Accidentally Deleted Comments And Questions…


SKIP FRYE gliding and cruising through, and toying with a wave at P.B. Point, 1965.

I delete a varying number of spam comments every day. Most of them seem to come from one source, and, I have checked them out, they seem to make little to no sense. Perhaps they do to the many writers, each with the last name of Jerry. The comments have nothing to do with surfing or surfers, real or otherwise. I am happy word press determines the relative spam-iness, and have stopped going through them to determine if even one is real and relevant and… and, even if a comment is less than complimentary, I do appreciate that someone went to the trouble of writing and sending it through the not-so-easy process.

The other day I got a comment on one of several pieces I have posted concerning my ongoing battle with completing my manuscript, “Swamis.” It was sent by, the note said, a college student who “grew up at Swamis.” Perhaps he meant “in the vicinity of Swamis.” No biggie. He wanted to know more about the place in the late 60s and early 70s (exactly the time in which I most frequently surfed Swamis). “Did I ever surf with Skip Frye? Ron Stoner?”

The truth is… Skip Frye, definitely. Mr. Stoner, maybe. Probably.

“SURF WITH,” though only two words, is kind of loaded. There is an implication of togetherness, that the esteemed, known surfer might actually have some sort of knowledge of or relationship with the lowly surfer. Additionally, there is an expectation that, in a crowded (for the time) lineup, a fourteen-year old might just hear, “Holy shit! Someone said L.J. Richards is out! (Pipes, 1966),” and respond by asking, “Who?” And then look around to see if L.J. Richards surfs so fantastically much better than the other surfers out at that particular place and time.

If I became aware that L.J. Richards was out, he wasn’t aware of me.

The revelation, on the beach or in the water, that someone with a reputation is considering going out, is out, or was just or recently out, has been repeated, um, repeatedly: Mike Doyle at Stone Steps or Swamis or the little jetty at Oceanside Harbor with Reno Abellira (neither of whom went out); Mike Purpus at Grandview; Mike Hynson at La Jolla Shores (and those are just the Mikes).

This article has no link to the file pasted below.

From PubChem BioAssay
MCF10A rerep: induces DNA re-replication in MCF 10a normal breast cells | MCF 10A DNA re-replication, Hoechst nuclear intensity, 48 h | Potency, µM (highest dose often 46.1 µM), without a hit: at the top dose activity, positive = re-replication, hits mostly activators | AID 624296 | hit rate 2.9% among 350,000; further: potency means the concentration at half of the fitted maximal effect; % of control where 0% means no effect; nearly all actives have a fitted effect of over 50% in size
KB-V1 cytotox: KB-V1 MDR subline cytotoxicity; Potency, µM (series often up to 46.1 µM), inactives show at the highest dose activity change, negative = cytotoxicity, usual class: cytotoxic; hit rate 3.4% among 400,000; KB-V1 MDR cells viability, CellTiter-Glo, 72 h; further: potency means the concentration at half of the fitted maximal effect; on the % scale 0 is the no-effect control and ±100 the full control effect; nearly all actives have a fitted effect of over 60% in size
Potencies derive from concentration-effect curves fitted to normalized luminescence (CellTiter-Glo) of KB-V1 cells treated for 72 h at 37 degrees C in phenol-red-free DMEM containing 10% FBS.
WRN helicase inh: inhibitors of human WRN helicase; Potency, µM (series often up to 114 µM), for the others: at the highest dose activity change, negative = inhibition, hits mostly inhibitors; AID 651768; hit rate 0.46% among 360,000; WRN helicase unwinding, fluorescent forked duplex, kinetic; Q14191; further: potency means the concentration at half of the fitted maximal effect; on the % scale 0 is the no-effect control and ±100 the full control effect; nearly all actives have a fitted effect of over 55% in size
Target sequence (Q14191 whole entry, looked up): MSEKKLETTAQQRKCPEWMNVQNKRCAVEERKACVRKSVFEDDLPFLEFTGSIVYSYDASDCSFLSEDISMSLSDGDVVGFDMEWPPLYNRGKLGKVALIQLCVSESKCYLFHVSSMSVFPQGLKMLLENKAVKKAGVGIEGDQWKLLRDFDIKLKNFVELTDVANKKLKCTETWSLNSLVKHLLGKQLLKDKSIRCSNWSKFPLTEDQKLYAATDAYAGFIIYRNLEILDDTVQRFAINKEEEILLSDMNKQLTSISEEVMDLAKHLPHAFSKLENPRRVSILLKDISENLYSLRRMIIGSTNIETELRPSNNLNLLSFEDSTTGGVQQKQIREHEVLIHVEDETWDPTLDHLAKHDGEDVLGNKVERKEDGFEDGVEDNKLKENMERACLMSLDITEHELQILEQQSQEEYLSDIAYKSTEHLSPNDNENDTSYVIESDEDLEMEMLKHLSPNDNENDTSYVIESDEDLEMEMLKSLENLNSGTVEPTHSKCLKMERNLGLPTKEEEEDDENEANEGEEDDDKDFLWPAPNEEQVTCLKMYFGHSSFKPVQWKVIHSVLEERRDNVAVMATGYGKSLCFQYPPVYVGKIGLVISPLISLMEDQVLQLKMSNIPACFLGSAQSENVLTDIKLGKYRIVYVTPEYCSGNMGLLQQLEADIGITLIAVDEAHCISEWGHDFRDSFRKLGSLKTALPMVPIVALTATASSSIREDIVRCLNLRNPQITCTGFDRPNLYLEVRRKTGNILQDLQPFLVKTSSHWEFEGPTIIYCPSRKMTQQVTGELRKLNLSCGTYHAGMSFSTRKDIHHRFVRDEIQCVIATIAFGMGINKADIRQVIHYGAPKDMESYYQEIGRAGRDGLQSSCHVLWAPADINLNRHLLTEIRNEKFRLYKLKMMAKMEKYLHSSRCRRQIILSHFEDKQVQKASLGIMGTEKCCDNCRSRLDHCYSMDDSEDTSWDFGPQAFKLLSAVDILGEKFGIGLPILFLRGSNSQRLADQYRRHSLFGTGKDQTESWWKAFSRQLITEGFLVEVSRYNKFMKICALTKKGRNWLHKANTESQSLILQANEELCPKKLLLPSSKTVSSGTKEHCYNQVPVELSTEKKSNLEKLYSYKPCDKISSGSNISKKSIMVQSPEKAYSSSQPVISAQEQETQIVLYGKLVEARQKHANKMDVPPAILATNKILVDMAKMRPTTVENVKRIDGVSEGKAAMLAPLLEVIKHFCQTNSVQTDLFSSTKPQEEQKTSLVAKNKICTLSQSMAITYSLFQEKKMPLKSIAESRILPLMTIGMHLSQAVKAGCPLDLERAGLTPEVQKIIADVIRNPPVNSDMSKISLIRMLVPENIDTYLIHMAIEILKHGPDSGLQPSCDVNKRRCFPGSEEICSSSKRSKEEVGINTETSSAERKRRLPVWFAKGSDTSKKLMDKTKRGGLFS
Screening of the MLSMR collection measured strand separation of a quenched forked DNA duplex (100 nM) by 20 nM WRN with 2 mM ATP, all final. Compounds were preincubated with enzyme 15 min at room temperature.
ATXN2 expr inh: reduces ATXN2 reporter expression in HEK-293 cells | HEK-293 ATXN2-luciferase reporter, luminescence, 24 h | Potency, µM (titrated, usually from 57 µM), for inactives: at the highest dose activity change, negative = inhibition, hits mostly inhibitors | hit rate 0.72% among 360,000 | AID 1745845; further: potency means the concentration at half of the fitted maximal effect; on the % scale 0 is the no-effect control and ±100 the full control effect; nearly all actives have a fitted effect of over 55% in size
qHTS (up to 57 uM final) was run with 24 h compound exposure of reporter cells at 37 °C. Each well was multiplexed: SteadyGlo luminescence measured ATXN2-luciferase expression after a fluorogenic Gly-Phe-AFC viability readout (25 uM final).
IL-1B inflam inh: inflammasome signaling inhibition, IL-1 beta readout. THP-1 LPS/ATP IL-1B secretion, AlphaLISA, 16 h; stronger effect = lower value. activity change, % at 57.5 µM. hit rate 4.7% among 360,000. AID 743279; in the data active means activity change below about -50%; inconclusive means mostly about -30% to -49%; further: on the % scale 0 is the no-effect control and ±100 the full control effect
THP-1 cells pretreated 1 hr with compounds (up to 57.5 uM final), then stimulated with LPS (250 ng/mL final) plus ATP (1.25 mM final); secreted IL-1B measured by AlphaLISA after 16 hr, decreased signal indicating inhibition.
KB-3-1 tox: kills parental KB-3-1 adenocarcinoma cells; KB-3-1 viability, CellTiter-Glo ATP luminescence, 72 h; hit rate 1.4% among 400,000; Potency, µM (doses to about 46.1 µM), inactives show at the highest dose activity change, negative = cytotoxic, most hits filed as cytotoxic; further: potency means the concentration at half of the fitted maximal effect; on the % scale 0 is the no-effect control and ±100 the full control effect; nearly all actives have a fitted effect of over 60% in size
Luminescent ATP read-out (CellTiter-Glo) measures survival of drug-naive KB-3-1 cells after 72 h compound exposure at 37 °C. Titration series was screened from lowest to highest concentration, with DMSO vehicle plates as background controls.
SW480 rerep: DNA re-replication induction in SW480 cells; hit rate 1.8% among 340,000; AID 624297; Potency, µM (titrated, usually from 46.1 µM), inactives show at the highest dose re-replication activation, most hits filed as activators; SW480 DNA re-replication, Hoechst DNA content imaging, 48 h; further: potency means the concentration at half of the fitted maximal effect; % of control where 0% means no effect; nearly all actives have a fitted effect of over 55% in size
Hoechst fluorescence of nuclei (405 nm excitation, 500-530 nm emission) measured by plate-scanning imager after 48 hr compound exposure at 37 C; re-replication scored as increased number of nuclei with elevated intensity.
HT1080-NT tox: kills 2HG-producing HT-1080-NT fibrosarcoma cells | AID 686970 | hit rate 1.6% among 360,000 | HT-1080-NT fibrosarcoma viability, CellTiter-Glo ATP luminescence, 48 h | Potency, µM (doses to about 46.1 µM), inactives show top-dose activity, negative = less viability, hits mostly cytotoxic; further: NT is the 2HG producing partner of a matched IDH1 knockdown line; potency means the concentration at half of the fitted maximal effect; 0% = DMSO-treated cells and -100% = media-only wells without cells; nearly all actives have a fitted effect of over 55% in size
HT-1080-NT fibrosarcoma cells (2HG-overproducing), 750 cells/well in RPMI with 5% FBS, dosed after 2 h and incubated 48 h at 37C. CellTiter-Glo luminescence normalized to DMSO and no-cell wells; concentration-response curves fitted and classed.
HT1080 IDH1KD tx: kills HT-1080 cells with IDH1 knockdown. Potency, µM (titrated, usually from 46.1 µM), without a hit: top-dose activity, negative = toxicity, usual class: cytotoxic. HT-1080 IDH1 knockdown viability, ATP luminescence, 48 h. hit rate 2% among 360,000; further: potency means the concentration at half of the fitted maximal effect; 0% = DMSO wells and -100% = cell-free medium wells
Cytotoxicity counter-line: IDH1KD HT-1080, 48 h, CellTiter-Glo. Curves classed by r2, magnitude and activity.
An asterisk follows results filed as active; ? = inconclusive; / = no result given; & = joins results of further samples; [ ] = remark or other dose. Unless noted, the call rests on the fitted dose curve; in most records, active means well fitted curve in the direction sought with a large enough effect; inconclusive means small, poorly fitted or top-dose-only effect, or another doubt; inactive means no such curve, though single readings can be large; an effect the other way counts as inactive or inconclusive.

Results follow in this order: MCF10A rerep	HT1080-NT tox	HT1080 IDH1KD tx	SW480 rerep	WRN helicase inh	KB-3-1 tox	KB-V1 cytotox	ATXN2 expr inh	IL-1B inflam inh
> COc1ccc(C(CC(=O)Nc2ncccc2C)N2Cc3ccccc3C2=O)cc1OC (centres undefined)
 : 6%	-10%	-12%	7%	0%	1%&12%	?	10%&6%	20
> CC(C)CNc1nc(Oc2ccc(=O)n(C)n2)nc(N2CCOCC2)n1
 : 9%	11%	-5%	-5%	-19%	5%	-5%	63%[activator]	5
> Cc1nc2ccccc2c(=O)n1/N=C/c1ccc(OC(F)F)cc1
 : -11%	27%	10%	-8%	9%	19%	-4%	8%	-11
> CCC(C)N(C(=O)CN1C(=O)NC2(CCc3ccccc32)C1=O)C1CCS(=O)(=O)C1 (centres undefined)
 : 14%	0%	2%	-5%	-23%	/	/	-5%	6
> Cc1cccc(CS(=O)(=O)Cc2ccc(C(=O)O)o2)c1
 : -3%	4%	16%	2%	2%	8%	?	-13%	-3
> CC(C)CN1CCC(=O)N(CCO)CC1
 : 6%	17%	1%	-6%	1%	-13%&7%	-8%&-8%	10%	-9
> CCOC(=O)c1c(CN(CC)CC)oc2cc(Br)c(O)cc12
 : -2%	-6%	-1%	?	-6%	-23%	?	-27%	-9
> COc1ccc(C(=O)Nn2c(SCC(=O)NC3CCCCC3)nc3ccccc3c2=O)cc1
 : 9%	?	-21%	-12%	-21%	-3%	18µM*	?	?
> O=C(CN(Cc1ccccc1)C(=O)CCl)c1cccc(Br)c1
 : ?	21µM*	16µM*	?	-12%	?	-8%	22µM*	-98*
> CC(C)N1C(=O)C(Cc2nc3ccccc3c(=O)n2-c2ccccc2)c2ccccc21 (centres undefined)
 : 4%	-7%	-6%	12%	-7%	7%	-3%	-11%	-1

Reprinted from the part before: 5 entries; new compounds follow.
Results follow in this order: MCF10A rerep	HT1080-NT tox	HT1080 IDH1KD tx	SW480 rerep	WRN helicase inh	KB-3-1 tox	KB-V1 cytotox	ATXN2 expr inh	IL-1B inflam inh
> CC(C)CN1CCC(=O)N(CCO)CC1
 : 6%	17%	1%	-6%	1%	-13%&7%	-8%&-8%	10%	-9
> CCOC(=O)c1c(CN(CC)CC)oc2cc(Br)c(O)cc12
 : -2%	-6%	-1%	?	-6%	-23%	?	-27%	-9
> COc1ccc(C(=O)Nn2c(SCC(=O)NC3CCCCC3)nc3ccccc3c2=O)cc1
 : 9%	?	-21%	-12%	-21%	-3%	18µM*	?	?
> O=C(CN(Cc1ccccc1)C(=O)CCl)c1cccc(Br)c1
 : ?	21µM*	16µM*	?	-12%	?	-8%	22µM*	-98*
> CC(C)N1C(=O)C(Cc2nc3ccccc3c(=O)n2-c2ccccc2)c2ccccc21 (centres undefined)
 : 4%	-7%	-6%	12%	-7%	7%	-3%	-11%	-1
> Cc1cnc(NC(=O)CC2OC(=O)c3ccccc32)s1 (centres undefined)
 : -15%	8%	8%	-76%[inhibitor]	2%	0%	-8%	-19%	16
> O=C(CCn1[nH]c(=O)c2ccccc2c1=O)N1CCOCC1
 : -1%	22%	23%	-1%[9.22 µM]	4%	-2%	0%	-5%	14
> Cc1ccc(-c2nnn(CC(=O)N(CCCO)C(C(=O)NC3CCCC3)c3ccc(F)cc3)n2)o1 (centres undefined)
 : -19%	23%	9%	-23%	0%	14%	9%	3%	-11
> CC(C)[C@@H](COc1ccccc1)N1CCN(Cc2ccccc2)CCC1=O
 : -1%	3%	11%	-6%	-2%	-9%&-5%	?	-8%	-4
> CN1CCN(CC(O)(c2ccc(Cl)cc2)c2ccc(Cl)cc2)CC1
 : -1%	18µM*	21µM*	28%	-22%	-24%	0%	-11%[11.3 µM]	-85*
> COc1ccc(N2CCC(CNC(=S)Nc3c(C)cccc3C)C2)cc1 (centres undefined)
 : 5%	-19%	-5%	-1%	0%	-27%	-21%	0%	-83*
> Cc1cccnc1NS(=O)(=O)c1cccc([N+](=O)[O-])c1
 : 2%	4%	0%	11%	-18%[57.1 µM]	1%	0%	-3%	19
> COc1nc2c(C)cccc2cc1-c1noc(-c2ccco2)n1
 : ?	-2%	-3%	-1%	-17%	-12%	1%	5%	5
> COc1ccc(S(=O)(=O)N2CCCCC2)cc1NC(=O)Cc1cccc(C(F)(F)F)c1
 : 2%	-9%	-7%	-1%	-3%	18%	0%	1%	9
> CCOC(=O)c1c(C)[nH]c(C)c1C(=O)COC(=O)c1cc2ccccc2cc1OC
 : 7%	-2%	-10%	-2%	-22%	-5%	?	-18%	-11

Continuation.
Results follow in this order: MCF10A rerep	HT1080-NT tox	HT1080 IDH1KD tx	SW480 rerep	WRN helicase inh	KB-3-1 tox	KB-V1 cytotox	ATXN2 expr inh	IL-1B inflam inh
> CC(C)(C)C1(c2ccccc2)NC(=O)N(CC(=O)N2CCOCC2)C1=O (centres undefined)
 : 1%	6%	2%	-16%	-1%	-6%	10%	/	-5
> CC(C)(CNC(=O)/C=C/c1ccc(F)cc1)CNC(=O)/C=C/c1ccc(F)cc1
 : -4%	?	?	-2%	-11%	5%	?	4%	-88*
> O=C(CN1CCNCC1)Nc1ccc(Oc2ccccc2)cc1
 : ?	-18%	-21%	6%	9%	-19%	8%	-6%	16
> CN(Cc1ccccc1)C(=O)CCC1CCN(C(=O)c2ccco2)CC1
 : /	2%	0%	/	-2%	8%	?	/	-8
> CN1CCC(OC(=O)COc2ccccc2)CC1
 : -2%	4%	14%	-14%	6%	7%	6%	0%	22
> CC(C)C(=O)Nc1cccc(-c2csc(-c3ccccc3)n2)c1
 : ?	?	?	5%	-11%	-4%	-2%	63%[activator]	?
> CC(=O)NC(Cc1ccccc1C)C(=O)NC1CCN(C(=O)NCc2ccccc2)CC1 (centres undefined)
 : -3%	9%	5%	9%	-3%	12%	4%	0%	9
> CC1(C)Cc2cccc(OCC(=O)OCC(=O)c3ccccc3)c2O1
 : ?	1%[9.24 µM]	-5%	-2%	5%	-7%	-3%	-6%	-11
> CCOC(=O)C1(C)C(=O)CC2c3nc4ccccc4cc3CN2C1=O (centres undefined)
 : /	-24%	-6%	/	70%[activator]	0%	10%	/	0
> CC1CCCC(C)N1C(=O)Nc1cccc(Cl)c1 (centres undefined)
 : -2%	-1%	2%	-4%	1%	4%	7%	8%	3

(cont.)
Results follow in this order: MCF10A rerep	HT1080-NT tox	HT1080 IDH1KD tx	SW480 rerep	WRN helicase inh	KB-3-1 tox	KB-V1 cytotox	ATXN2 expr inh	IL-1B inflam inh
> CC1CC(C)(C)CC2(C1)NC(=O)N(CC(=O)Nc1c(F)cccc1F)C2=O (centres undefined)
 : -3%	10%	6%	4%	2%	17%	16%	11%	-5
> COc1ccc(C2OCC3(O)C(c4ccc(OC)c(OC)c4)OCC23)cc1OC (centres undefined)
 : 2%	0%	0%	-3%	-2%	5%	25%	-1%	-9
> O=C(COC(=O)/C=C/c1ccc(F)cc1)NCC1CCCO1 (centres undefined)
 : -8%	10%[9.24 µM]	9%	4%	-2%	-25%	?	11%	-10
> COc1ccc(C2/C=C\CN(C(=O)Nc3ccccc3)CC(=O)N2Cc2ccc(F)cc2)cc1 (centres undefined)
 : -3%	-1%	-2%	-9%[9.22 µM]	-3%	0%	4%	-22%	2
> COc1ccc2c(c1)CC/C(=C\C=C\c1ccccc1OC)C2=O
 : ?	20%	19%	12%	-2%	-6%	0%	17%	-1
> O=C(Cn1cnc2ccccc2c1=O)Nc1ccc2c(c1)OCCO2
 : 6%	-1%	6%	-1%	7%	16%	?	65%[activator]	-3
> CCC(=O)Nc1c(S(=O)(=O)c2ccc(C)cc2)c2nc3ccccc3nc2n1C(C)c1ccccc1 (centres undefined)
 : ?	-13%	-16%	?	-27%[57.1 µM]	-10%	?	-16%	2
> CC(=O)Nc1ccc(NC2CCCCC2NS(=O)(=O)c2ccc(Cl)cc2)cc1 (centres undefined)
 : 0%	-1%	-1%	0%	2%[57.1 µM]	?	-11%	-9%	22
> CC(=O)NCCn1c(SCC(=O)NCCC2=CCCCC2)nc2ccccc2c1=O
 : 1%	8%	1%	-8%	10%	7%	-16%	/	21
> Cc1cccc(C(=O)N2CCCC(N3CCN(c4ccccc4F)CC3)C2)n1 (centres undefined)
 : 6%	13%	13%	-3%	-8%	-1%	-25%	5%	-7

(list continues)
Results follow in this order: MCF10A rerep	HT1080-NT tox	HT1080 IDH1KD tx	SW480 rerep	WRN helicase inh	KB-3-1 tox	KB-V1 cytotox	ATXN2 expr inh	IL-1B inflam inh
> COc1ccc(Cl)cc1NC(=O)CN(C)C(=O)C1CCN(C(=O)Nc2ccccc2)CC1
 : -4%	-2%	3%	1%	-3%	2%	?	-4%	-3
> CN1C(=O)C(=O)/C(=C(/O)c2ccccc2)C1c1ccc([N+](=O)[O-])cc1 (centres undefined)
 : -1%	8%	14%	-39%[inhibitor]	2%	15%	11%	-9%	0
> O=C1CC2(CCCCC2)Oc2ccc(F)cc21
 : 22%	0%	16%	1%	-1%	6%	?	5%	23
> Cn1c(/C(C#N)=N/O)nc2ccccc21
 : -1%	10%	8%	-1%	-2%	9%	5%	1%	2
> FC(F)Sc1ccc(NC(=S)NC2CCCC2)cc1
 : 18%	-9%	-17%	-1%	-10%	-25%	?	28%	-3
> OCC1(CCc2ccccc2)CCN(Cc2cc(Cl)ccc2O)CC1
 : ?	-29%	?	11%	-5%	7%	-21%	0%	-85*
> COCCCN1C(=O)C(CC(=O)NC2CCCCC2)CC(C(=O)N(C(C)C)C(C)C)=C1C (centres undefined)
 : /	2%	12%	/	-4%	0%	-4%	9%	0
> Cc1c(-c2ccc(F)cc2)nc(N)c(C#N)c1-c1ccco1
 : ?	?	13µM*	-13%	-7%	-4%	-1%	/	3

The more common surf celebrity session sharing involves recognizing someone you had seen in magazines or surf circuit movies, then, or YouTube clips, other social media content producers, more recently. I recognized Corky Carroll and Billy Hamilton at Swamis on a day (in 1967) in which I believed my own performance in the water was my best ever. Instant realization that my best was not even close to mediocre for Mr. Hamilton (Corky was on the stairs, pointing out Billy to someone he was with). I recognized Herbie Fletcher at Lower Trestles (1975) by his stance and because he was sideslipping from the nose. I recognized Donald Takayama at Seaside Trailer Park (1969- oops, going backward) because he was Donald Takayama.

Then there are the local (only or mostly local) stars, rippers and assholes, surfers one runs into repeatedly. When I was a true local in Encinitas and Pacific Beach, there were ‘regulars,’ surfers I knew by their performance in the water, and had no real relationship with otherwise. Joe Roper at P.B. is an example, as is, yes, Skip Frye. As far as, to answer the question originally asked, surfing with legendary surf photographer Ron Stoner- don’t know. Maybe. I did get burned once, severely and purposefully, by noted surf and skate photographer Warren Bolster, Swamis. It was okay; I caught the next wave.

It is probably worthwhile to remember that for every surfer one recognizes, there are legions of non-legends, and that legends are, by definition, history. History, the stories in time, is the ultimate cleanup set. It moves on. I realize, in writing this, and somewhat sadly, that some of the surfers whose names I am dropping are gone.

My motto has always been, “I’m here to surf.” Explains something. My more recent motto is, “That wave is gone.” The unspoken second part might be, “I’m looking for the next one.”

What every real surfer has, I believe, is a memory of several best rides, best moments, best waves. Stories. Images. What we all want to do is add to that mental list, those stories, that legend.

Feel free to comment.


Leave a Reply

Fill in your details below or click an icon to log in: Logo

You are commenting using your account. Log Out /  Change )

Twitter picture

You are commenting using your Twitter account. Log Out /  Change )

Facebook photo

You are commenting using your Facebook account. Log Out /  Change )

Connecting to %s

This site uses Akismet to reduce spam. Learn how your comment data is processed.